How To Remove Rust, Clean, Polish Old Knives

rust removal old knife

SHARPEN LAST!!!!!!! (I’ve broken this rule too many times – lol)


NEVER….EVER……EVER…….us hand-held power tools to grind…….if a slip occurs you’ll possibly hurt yourself but more importantly (because you’ll heal – lol) you can put a brutal grind scratch/mark in the blade, and there is no resurrecting that knife then!  







What you’ll need:

how to remove rust from knife


Fine Steel Wool

Flitz Metal Polish

Varying grits of sandpaper from 100 to 2500

Quick Release Oil

Magic Eraser ( kinda like a mild sandpaper in a block form – most of the time I forgot to use it).



Assess the discoloration…..Try and avoid using sandpaper if at all possible to make an old knife shiny again.




The knife originally had light rust appearing.  I rubbed with fine steel wool. Touched certain areas with #2 pencil lead, then hit with steel wool, then finished with a Flitz Metal Polish rub down on the knife’s blades and bolsters.


Restore old pocket knife restore shine old pocketknife


This process leaves the patina (stained steel) pretty much intact and helps the knife maintain its “aged” look.  Took me all of 15 minutes to accomplish this 3-step polishing/cleaning process.


In addition I force a rag between the liners to clean the inner parts of the knife, then add a drop of Quick Release Oil to each blade tang.


DONE.  Not shiny, but restored to solid working condition. (Most knife collectors who use their knives prefer patina.)


SHINY SELLS!! (If you resell, shiny always drives a better price) Kutmaster Utica NY 3 Blade Knife




If the knife cleaning/polishing/restoring is ok with what’s above, then read no more……if not however, you’ll need some sandpaper (wet or dry) and Hulk loads of elbow grease to bring your vintage knife to an epic shine!


Couple things to remember before you get too deep in the restoring process….


1).  Sand tang areas first.  Why?  Because, if you’ve finished polishing the blade then still have to polish the tang, you’ll end up with scratch marks on the blade you just finished.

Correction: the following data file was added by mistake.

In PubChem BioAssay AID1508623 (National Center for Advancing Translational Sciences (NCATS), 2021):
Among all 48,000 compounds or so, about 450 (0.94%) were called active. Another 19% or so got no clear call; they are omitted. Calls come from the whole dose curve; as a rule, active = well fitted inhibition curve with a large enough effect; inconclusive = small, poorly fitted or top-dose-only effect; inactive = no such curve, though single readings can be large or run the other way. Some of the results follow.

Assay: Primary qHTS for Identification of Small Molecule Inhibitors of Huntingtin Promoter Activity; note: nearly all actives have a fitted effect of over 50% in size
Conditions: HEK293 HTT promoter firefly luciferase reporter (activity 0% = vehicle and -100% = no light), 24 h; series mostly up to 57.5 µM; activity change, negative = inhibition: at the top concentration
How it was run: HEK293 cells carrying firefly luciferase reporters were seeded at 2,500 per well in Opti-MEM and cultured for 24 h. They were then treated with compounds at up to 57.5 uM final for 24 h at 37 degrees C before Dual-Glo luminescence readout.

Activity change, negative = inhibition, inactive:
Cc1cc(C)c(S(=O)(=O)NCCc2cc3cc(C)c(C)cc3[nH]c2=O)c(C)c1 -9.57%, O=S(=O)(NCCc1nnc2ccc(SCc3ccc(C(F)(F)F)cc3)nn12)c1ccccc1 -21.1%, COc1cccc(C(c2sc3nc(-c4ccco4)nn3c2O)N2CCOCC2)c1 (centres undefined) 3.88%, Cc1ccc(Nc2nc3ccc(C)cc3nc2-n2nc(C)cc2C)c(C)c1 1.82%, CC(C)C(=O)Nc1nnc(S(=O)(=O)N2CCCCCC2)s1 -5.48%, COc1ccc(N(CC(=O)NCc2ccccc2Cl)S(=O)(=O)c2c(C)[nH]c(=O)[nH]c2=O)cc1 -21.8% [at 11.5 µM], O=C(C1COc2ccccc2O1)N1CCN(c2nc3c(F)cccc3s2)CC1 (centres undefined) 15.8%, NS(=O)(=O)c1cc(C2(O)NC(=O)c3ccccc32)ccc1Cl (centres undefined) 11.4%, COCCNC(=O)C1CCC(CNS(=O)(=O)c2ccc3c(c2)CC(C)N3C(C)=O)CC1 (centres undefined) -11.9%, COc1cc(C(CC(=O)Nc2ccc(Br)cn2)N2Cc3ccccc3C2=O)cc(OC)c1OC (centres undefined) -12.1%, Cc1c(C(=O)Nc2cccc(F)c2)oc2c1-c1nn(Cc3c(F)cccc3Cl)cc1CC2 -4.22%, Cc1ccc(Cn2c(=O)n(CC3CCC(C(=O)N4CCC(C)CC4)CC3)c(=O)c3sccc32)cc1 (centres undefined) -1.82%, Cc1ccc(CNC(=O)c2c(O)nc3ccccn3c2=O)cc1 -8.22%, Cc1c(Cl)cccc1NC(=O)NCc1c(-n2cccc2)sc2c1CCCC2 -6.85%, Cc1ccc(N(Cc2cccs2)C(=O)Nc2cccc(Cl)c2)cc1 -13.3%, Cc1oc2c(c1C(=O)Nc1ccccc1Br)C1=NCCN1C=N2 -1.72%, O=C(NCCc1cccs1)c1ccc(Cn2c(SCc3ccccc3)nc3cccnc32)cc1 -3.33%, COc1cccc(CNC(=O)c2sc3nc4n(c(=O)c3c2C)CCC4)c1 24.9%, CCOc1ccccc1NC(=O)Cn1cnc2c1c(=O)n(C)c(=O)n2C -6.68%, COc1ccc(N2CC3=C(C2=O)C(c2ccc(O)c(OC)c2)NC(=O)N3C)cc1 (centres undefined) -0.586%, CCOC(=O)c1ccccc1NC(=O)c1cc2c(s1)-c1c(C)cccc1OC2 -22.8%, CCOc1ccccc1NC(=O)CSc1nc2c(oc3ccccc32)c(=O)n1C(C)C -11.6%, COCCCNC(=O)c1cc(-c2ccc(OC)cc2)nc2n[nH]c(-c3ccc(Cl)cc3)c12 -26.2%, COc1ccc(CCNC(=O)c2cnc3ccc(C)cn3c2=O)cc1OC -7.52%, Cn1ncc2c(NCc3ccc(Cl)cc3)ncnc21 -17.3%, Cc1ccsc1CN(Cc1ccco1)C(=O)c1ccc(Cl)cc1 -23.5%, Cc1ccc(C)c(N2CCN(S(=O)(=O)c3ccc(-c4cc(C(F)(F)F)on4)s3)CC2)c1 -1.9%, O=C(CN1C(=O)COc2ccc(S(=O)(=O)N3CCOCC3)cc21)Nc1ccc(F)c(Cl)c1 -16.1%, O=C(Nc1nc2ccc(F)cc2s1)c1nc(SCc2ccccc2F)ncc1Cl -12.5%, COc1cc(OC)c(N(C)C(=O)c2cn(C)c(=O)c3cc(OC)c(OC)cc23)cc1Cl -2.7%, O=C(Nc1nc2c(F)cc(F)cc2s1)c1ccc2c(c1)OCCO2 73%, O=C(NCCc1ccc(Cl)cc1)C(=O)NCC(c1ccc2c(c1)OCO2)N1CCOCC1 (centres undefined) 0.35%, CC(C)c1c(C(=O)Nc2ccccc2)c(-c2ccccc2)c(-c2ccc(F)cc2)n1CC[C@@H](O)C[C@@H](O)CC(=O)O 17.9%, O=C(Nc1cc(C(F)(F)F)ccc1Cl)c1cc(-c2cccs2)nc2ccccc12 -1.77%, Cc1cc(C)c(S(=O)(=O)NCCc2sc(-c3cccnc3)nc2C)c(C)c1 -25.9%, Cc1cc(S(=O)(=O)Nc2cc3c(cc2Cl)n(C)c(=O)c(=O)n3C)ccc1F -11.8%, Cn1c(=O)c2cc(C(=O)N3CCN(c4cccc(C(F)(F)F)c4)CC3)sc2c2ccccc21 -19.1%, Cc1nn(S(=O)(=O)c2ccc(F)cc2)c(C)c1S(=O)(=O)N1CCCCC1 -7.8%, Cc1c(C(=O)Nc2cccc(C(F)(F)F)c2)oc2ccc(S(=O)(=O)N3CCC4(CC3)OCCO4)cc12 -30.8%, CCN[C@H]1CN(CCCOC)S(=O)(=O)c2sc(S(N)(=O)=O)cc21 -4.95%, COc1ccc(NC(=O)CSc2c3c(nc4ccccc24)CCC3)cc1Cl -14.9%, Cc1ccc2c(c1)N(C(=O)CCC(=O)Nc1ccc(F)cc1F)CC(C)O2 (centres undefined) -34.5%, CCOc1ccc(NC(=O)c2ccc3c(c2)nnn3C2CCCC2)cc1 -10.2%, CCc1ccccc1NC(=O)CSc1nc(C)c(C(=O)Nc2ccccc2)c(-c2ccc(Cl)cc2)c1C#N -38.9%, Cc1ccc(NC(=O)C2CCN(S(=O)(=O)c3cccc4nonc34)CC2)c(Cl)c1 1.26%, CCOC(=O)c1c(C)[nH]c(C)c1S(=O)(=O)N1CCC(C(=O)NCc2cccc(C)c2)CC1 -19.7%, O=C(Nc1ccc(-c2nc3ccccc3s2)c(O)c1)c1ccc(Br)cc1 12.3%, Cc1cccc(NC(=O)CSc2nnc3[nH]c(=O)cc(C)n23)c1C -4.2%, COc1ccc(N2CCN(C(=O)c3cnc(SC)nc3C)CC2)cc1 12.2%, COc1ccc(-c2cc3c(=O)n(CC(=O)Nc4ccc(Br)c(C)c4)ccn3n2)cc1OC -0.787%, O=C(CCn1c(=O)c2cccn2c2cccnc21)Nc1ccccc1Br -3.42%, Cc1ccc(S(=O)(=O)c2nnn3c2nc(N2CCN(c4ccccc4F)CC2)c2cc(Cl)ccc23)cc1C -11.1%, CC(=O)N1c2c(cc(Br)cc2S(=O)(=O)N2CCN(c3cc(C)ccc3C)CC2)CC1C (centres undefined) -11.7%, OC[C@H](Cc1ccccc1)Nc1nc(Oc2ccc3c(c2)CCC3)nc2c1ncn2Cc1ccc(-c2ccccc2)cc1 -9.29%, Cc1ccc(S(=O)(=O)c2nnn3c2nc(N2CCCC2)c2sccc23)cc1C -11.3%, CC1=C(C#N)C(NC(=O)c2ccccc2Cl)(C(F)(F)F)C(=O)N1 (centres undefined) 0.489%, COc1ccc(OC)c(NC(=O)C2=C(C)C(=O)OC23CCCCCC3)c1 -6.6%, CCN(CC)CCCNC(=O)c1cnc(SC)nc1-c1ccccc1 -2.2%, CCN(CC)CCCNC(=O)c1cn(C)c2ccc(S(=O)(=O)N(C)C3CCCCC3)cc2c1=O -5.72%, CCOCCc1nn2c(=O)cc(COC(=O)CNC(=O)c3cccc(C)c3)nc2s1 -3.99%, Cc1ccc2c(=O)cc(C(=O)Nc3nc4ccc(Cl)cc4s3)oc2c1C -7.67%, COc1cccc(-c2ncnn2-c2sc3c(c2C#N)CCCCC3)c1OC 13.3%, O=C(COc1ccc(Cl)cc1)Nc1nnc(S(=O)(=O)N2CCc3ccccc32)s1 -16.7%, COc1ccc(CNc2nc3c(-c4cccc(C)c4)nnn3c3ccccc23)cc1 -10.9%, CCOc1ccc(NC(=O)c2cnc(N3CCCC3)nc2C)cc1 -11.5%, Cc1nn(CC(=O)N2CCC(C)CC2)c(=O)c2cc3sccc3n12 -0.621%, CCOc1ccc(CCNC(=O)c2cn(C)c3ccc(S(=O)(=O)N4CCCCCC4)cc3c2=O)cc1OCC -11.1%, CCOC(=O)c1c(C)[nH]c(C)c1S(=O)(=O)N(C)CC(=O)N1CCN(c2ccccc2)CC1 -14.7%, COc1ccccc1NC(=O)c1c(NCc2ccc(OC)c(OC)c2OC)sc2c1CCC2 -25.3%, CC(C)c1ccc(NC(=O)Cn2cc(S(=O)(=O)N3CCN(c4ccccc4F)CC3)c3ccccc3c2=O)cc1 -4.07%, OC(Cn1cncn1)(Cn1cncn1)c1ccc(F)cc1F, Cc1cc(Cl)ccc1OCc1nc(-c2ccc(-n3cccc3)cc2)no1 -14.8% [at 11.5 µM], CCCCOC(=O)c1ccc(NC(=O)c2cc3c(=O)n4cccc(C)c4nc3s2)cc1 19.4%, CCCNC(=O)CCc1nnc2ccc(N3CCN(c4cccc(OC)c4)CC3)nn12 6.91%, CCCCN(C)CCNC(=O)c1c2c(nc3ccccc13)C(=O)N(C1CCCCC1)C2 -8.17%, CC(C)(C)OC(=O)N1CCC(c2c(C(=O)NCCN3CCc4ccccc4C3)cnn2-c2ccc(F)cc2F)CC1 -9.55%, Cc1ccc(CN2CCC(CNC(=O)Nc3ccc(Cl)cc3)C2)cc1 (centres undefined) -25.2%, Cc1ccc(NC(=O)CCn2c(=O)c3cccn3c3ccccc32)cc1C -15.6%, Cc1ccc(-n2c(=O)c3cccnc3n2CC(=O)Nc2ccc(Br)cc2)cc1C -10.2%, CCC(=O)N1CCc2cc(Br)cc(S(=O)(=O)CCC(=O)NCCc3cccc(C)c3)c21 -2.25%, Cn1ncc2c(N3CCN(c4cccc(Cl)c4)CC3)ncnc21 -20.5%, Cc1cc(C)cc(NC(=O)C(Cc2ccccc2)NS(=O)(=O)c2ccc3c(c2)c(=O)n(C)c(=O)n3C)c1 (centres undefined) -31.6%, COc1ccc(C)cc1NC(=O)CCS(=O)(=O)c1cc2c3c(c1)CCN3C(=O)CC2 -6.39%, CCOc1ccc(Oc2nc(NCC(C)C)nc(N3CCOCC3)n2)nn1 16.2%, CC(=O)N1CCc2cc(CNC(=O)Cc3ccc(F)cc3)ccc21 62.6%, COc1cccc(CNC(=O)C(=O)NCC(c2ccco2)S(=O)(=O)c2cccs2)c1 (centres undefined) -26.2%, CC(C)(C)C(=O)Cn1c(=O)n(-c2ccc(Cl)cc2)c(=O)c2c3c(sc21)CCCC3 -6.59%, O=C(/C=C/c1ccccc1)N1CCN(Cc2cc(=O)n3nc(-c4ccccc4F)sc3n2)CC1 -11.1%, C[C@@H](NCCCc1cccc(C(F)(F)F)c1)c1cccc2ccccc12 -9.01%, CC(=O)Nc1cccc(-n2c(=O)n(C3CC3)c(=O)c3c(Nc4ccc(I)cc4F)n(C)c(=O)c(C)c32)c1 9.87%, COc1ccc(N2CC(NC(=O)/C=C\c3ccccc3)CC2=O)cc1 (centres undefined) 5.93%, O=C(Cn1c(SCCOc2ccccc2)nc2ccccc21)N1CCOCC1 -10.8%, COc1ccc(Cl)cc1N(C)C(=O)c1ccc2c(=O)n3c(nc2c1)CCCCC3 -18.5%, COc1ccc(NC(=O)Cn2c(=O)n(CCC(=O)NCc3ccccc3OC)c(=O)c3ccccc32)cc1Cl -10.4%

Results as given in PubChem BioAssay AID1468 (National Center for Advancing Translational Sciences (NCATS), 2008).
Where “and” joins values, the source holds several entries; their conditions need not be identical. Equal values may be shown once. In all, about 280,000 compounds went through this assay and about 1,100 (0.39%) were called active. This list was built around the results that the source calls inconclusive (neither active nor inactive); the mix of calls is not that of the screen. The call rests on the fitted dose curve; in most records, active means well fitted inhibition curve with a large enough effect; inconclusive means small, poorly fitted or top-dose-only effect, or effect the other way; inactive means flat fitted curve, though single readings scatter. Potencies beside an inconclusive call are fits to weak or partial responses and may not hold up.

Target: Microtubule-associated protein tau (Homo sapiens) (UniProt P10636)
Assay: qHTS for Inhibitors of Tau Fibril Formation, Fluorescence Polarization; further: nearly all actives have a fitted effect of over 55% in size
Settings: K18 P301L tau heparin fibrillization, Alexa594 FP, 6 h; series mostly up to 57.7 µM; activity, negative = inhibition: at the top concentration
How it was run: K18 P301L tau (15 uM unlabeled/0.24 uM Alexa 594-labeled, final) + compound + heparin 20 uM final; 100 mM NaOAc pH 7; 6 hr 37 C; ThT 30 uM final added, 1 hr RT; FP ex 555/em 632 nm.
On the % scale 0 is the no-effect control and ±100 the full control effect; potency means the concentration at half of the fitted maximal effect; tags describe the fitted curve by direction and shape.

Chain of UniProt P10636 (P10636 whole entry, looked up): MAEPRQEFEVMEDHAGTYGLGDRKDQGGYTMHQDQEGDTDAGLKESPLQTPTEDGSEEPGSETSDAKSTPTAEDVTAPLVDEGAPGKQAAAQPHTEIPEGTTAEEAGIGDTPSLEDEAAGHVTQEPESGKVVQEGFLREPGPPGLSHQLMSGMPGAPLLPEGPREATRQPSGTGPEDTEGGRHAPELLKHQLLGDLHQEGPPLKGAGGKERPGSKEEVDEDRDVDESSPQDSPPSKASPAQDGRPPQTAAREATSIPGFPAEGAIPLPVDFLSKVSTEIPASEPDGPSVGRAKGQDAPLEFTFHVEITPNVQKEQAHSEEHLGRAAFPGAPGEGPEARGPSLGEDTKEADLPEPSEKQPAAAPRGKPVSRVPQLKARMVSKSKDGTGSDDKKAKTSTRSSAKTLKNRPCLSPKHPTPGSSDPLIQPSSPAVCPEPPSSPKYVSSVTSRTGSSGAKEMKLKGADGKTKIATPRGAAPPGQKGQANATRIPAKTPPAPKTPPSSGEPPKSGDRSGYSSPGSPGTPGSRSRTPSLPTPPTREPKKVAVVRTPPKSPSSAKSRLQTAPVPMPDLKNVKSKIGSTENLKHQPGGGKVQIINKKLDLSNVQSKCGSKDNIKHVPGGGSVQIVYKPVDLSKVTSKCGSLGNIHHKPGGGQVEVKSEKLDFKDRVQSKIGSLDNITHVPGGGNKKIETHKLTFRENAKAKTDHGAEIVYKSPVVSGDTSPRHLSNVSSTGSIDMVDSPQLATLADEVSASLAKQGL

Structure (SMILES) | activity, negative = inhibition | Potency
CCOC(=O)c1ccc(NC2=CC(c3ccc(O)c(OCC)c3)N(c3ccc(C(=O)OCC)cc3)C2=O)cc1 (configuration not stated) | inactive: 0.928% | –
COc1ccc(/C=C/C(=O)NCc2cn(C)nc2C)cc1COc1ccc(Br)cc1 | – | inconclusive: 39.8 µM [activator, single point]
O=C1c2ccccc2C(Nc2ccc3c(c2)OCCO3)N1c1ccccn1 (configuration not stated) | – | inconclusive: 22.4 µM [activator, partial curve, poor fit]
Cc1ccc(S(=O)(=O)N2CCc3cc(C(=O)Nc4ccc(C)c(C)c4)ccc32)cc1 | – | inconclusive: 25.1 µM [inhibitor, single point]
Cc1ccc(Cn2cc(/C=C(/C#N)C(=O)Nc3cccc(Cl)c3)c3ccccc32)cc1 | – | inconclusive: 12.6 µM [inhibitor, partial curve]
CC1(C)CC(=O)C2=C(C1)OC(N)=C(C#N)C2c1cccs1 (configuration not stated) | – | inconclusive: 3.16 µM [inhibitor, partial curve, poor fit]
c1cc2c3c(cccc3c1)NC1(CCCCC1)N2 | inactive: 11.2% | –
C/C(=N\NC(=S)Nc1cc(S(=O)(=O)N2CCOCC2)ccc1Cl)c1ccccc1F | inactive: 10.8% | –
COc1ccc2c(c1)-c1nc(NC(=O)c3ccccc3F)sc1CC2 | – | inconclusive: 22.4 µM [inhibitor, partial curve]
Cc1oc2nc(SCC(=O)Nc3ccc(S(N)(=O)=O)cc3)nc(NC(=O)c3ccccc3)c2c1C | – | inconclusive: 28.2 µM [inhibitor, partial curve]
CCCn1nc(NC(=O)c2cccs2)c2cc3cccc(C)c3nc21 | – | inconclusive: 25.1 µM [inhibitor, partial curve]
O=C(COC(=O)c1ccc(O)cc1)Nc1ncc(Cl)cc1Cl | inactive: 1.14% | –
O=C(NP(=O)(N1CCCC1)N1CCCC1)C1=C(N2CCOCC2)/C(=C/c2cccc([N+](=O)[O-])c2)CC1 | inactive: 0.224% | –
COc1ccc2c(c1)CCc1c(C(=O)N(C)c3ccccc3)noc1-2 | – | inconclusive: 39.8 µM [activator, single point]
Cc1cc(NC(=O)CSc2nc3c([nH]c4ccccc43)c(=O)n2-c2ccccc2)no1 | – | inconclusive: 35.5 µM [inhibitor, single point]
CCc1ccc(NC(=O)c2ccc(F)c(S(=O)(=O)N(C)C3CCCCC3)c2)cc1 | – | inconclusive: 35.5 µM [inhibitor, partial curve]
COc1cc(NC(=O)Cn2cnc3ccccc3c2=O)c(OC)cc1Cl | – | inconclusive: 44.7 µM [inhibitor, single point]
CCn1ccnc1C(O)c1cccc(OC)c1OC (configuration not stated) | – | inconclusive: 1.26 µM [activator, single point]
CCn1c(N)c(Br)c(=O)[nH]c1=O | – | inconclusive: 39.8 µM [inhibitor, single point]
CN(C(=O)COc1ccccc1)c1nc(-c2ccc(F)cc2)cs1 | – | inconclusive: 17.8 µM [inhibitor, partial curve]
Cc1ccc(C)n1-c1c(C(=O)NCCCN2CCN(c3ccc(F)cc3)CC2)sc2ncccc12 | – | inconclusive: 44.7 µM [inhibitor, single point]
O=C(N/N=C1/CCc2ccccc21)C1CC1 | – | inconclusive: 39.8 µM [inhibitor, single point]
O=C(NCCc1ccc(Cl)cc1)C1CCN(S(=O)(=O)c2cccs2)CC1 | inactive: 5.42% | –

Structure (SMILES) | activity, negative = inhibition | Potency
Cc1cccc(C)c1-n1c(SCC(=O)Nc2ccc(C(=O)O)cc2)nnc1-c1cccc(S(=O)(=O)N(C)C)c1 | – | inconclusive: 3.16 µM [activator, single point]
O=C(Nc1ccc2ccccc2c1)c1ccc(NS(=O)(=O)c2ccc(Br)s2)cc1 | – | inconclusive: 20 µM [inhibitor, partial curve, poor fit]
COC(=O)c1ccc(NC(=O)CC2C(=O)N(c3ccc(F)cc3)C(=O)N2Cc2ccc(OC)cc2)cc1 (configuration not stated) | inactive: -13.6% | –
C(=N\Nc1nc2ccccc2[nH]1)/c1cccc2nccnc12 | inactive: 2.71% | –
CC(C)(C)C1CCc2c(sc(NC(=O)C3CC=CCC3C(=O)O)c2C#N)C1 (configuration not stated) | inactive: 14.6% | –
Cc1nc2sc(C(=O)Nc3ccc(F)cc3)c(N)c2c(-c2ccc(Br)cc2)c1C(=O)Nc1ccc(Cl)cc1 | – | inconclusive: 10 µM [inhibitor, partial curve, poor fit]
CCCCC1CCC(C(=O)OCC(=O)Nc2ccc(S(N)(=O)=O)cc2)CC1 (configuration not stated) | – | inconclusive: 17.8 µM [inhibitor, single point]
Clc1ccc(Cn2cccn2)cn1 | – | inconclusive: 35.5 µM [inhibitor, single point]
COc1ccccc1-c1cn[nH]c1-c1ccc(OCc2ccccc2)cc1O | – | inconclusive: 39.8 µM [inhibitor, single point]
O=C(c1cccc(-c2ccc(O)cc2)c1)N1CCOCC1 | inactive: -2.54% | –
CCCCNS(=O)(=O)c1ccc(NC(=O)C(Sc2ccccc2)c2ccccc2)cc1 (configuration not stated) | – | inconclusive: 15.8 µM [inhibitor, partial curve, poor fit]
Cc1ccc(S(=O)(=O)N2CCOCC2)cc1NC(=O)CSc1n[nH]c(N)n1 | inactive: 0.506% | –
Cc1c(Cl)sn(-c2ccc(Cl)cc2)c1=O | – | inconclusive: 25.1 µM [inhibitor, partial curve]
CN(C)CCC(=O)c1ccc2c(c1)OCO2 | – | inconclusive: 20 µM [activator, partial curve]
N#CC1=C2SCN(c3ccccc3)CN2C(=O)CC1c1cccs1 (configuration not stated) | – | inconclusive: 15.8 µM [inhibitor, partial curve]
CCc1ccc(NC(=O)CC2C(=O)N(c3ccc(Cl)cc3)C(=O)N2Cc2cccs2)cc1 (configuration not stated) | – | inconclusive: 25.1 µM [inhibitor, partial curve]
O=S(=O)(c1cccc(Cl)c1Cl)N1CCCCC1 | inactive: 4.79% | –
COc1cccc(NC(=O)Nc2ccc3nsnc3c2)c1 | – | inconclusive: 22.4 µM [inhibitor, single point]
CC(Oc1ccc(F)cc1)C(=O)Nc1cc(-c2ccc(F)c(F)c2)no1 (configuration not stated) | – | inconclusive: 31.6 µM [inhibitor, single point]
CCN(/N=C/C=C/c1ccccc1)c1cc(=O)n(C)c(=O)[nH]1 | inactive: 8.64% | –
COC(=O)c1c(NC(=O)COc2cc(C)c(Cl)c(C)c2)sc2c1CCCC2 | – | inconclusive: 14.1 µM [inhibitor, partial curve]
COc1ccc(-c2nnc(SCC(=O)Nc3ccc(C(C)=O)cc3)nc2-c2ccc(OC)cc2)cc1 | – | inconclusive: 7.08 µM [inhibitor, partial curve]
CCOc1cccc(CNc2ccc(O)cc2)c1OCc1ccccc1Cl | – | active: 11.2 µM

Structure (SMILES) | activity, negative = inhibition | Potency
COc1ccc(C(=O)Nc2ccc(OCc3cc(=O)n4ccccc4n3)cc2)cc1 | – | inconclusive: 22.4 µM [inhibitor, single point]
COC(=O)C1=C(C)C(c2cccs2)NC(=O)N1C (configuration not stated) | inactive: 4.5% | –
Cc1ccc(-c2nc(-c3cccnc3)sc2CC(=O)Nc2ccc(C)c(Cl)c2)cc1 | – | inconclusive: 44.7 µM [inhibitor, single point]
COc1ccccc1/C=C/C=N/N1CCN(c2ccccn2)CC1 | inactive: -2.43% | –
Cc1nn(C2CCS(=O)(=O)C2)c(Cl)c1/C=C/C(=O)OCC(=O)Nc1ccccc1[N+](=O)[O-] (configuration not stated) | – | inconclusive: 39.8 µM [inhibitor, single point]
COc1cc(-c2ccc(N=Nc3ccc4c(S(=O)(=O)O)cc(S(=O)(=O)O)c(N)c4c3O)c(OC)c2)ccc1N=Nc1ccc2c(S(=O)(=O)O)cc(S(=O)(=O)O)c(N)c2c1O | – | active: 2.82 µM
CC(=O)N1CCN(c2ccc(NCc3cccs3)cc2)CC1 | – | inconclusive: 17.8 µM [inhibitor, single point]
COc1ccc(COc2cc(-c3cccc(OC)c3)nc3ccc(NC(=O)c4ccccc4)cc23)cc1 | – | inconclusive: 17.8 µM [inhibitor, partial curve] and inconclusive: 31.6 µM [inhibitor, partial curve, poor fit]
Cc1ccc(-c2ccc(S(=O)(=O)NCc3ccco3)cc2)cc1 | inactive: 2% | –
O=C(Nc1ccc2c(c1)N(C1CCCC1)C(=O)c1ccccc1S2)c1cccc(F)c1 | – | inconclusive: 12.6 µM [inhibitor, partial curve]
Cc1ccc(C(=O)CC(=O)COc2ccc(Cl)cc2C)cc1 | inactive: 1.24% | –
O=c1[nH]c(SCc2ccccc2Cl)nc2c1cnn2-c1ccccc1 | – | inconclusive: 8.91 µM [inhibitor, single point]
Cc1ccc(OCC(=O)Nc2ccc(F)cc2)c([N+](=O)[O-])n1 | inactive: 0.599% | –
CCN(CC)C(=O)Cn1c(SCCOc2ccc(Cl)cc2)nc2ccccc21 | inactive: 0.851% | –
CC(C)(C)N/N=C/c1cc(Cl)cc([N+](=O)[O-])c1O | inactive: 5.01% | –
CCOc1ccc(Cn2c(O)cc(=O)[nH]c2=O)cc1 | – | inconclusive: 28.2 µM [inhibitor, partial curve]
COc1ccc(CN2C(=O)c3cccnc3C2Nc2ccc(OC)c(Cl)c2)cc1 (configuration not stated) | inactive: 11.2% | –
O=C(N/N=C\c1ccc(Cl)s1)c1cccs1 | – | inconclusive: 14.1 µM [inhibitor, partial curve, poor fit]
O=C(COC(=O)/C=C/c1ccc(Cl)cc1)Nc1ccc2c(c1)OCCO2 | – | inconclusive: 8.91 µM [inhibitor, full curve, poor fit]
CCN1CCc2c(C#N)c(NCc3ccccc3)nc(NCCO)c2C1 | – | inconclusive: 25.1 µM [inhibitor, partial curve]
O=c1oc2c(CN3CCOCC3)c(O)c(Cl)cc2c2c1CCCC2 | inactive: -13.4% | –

2). Work on a flat surface (That way you can see the imperfections in the blade as you sand – I was amazed how many knife blades are not perfectly even).


how to polish knife  polish antique knife



Clean inner with cloth and Dawn soap.  If rust and stains remain use light grit (200 or 300) to clean the liners and springs.  I take a pair of tweezers and manipulate the sandpaper back and forth till all rust is removed.



Start at heavy grit 100 and work your way up to 2500.  Each time you move to another sandpaper grit try and obtain a reflection in the blade so you can see yourself…..kind of hard to do with 100 grit.




Using the sandpaper remember-  Up, down. Left, Right. Mostly I go left, right strokes a few dozen times, then up/down strokes a few dozen times. What you want to try and avoid is making deep groves by stroking the knife blade ONLY left and right vigorously on the sand paper.  Mix it up.  Left right……up, down.  Do each way 20 times, then repeat until you're beginning to see a shine! 🙂


After you begin to see a reflection, move to the next grit. From 100 grit to 200, then to 300, 400, 600, 1000, 1500, 2000, 2500.  Repeat the above sanding steps until you can see what color your eyeballs are!



Same process as polishing the blades, but usually (not always) the bolsters are not as bad, but if they are……just repeat above.


Same process as above.



When polishing/restoring shine to your old vintage knife, polish with Flitz Metal Polish and a polishing cloth.  Then oil your blades with mineral oil, and drop a drop of Quick Release Oil into each blade at the joint (tang/bolser area).  


polish shine knife old  pitting rust remove knife blade


Keep in mind, this is not thee “:WORD” on obtaining a perfect mirror finish.  Practice on a crap knife….and get a feel for what you’re into.  Experiment.  


I’m just sharing what I’ve done.  

Kutmaster Utica NY 3 Blade Knife.JPG


P.S. – I am trying rouge as a polishing step at the end and it seems to work well on the bolsters especially.  (I have a green rouge and a burgundy).


NOW, Sharpen your knife.  Trust me, I’ve sharpened too many blades early only to cut myself while polishing!!


Steel Sahlute!!
Scott Rauber